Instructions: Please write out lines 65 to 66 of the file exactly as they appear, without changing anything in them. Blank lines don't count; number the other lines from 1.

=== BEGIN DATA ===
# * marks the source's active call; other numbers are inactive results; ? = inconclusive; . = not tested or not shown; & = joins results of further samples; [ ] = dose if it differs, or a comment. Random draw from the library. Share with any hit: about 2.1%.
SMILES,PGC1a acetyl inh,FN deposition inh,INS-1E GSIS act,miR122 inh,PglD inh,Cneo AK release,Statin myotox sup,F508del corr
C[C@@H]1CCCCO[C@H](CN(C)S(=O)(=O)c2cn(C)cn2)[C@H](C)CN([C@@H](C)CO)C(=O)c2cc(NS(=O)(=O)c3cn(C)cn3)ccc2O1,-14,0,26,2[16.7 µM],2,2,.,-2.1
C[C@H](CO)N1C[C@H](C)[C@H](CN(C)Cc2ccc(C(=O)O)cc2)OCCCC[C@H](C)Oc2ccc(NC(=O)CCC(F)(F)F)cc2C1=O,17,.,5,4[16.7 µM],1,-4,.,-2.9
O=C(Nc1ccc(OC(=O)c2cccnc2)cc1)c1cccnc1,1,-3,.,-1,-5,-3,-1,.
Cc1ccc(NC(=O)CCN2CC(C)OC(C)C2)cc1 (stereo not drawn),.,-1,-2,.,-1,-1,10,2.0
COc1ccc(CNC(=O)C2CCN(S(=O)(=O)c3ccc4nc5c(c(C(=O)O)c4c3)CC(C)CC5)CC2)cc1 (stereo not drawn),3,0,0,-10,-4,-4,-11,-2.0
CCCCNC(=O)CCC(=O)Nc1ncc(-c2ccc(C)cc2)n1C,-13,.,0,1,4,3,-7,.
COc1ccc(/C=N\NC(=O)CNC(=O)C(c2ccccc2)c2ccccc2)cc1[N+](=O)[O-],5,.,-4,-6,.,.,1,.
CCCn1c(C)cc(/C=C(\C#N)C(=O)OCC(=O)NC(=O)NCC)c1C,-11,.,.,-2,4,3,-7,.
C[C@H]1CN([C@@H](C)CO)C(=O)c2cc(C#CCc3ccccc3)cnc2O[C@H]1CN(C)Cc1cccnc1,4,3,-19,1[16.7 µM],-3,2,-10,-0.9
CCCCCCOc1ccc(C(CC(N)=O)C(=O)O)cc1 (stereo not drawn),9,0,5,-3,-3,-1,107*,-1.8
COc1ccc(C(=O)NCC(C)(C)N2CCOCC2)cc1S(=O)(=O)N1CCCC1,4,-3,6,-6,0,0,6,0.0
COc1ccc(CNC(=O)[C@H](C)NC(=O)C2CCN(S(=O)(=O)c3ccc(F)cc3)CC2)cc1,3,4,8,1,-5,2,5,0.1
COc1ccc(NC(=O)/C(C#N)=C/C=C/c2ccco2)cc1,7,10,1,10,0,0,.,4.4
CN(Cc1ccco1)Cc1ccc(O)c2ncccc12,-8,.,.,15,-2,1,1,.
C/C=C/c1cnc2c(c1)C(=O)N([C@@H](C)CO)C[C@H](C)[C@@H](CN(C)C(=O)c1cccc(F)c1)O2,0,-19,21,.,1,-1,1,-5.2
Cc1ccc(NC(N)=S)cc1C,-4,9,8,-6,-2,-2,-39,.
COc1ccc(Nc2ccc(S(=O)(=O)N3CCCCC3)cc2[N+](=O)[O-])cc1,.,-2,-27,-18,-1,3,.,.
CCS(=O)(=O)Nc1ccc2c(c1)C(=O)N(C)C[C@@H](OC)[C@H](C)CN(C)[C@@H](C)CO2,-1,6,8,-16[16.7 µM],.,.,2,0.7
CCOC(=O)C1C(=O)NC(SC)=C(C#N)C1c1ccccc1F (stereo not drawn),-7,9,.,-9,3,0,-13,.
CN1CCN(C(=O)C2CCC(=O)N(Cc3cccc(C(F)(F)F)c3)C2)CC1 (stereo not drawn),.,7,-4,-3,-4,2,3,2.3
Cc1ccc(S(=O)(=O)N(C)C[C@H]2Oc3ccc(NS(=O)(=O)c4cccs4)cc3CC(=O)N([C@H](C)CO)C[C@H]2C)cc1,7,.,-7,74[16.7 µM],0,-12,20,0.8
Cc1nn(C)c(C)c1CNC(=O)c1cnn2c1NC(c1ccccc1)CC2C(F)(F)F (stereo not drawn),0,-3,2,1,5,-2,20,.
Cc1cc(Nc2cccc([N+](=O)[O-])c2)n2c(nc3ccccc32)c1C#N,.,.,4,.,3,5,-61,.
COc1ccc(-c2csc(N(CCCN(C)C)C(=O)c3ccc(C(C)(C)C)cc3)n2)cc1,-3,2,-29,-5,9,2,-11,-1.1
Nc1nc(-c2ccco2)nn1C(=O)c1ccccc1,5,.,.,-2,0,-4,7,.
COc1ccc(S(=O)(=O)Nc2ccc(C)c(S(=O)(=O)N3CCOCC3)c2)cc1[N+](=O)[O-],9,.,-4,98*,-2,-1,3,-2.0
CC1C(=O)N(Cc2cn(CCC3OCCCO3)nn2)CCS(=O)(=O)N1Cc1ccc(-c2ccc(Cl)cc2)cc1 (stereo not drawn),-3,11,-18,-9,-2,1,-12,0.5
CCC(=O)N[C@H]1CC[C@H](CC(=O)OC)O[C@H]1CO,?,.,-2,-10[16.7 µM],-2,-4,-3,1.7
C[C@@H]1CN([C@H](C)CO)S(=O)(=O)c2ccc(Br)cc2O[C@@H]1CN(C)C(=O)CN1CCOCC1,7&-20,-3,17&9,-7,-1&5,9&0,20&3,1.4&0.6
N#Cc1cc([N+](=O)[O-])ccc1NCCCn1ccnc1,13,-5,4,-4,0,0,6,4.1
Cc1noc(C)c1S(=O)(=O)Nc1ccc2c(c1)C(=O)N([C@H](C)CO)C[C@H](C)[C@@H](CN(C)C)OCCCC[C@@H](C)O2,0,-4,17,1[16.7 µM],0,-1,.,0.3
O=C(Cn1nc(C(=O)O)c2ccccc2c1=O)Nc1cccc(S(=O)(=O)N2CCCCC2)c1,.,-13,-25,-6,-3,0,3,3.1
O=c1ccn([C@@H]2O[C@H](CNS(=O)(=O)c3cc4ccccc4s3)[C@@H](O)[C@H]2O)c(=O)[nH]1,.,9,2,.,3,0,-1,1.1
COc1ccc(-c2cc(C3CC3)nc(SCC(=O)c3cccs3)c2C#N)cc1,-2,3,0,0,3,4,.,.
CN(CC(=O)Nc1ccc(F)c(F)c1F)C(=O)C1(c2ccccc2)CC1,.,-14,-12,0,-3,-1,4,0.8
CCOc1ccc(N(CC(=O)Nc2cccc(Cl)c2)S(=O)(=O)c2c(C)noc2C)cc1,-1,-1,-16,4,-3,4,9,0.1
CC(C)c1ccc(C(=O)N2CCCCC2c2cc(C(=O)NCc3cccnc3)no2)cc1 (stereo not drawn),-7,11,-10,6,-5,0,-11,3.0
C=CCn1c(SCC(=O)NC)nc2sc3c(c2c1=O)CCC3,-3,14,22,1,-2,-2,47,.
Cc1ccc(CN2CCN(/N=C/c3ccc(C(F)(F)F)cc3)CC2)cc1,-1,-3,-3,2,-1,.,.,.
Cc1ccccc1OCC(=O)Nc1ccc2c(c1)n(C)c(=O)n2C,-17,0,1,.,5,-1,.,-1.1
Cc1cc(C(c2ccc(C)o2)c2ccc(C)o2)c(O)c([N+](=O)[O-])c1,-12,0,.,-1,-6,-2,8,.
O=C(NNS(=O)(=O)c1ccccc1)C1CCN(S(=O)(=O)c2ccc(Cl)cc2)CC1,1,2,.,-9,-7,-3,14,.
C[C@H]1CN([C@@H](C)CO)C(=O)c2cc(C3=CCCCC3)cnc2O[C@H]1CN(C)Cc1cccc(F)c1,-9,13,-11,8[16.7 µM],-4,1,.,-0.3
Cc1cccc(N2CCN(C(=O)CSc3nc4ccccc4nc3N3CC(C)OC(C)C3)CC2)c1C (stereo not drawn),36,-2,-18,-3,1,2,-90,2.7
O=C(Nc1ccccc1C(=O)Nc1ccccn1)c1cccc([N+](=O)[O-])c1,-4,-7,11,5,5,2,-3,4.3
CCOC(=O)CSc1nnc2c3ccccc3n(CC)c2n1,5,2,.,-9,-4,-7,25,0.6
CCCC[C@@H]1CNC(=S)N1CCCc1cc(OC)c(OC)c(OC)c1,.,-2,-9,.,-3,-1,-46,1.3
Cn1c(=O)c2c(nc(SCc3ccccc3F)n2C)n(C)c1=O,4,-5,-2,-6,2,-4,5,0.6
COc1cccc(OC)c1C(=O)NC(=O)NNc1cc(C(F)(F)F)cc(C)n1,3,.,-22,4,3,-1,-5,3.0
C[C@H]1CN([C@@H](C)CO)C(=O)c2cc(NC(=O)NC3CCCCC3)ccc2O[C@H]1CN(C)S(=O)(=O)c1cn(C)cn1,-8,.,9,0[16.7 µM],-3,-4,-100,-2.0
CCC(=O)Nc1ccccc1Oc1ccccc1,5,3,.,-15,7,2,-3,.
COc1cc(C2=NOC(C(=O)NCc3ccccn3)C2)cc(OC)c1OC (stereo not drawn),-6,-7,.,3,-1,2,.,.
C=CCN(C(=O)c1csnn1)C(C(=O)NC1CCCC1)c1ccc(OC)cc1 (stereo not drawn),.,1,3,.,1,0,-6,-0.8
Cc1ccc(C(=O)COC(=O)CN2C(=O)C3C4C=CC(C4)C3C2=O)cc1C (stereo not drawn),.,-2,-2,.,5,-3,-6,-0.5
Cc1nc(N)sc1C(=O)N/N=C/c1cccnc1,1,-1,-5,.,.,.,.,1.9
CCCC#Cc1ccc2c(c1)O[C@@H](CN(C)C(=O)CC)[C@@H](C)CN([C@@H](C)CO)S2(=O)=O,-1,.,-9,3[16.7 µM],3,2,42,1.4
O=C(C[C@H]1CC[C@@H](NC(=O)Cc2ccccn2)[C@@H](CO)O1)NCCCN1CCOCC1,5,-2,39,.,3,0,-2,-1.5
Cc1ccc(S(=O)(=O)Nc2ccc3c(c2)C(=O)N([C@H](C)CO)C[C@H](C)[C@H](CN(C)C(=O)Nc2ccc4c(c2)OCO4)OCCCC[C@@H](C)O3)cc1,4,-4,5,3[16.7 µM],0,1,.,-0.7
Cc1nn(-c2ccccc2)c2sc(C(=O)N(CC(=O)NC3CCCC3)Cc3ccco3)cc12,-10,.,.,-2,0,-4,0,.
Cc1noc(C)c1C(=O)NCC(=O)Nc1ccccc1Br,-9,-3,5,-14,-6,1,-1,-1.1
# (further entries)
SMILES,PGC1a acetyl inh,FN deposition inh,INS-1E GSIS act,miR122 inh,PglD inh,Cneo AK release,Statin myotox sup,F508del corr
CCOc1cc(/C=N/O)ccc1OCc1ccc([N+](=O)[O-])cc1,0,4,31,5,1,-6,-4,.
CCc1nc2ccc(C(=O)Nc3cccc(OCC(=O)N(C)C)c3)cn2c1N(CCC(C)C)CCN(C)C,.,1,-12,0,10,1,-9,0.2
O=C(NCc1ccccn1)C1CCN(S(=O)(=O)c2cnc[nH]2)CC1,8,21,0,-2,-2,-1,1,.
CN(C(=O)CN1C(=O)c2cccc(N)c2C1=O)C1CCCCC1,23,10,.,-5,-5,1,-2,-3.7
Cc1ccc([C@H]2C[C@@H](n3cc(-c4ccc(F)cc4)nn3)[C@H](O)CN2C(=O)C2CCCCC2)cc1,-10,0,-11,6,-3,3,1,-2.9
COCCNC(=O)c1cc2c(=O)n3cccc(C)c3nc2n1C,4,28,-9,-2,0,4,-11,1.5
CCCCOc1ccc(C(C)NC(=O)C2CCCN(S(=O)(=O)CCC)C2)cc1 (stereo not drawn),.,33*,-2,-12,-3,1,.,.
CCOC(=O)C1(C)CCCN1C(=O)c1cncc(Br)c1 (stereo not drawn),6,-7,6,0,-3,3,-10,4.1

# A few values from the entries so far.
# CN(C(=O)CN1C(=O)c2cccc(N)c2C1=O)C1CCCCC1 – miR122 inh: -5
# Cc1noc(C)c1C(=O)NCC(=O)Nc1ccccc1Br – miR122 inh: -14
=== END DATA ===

CCOc1cc(/C=N/O)ccc1OCc1ccc([N+](=O)[O-])cc1,0,4,31,5,1,-6,-4,.
CCc1nc2ccc(C(=O)Nc3cccc(OCC(=O)N(C)C)c3)cn2c1N(CCC(C)C)CCN(C)C,.,1,-12,0,10,1,-9,0.2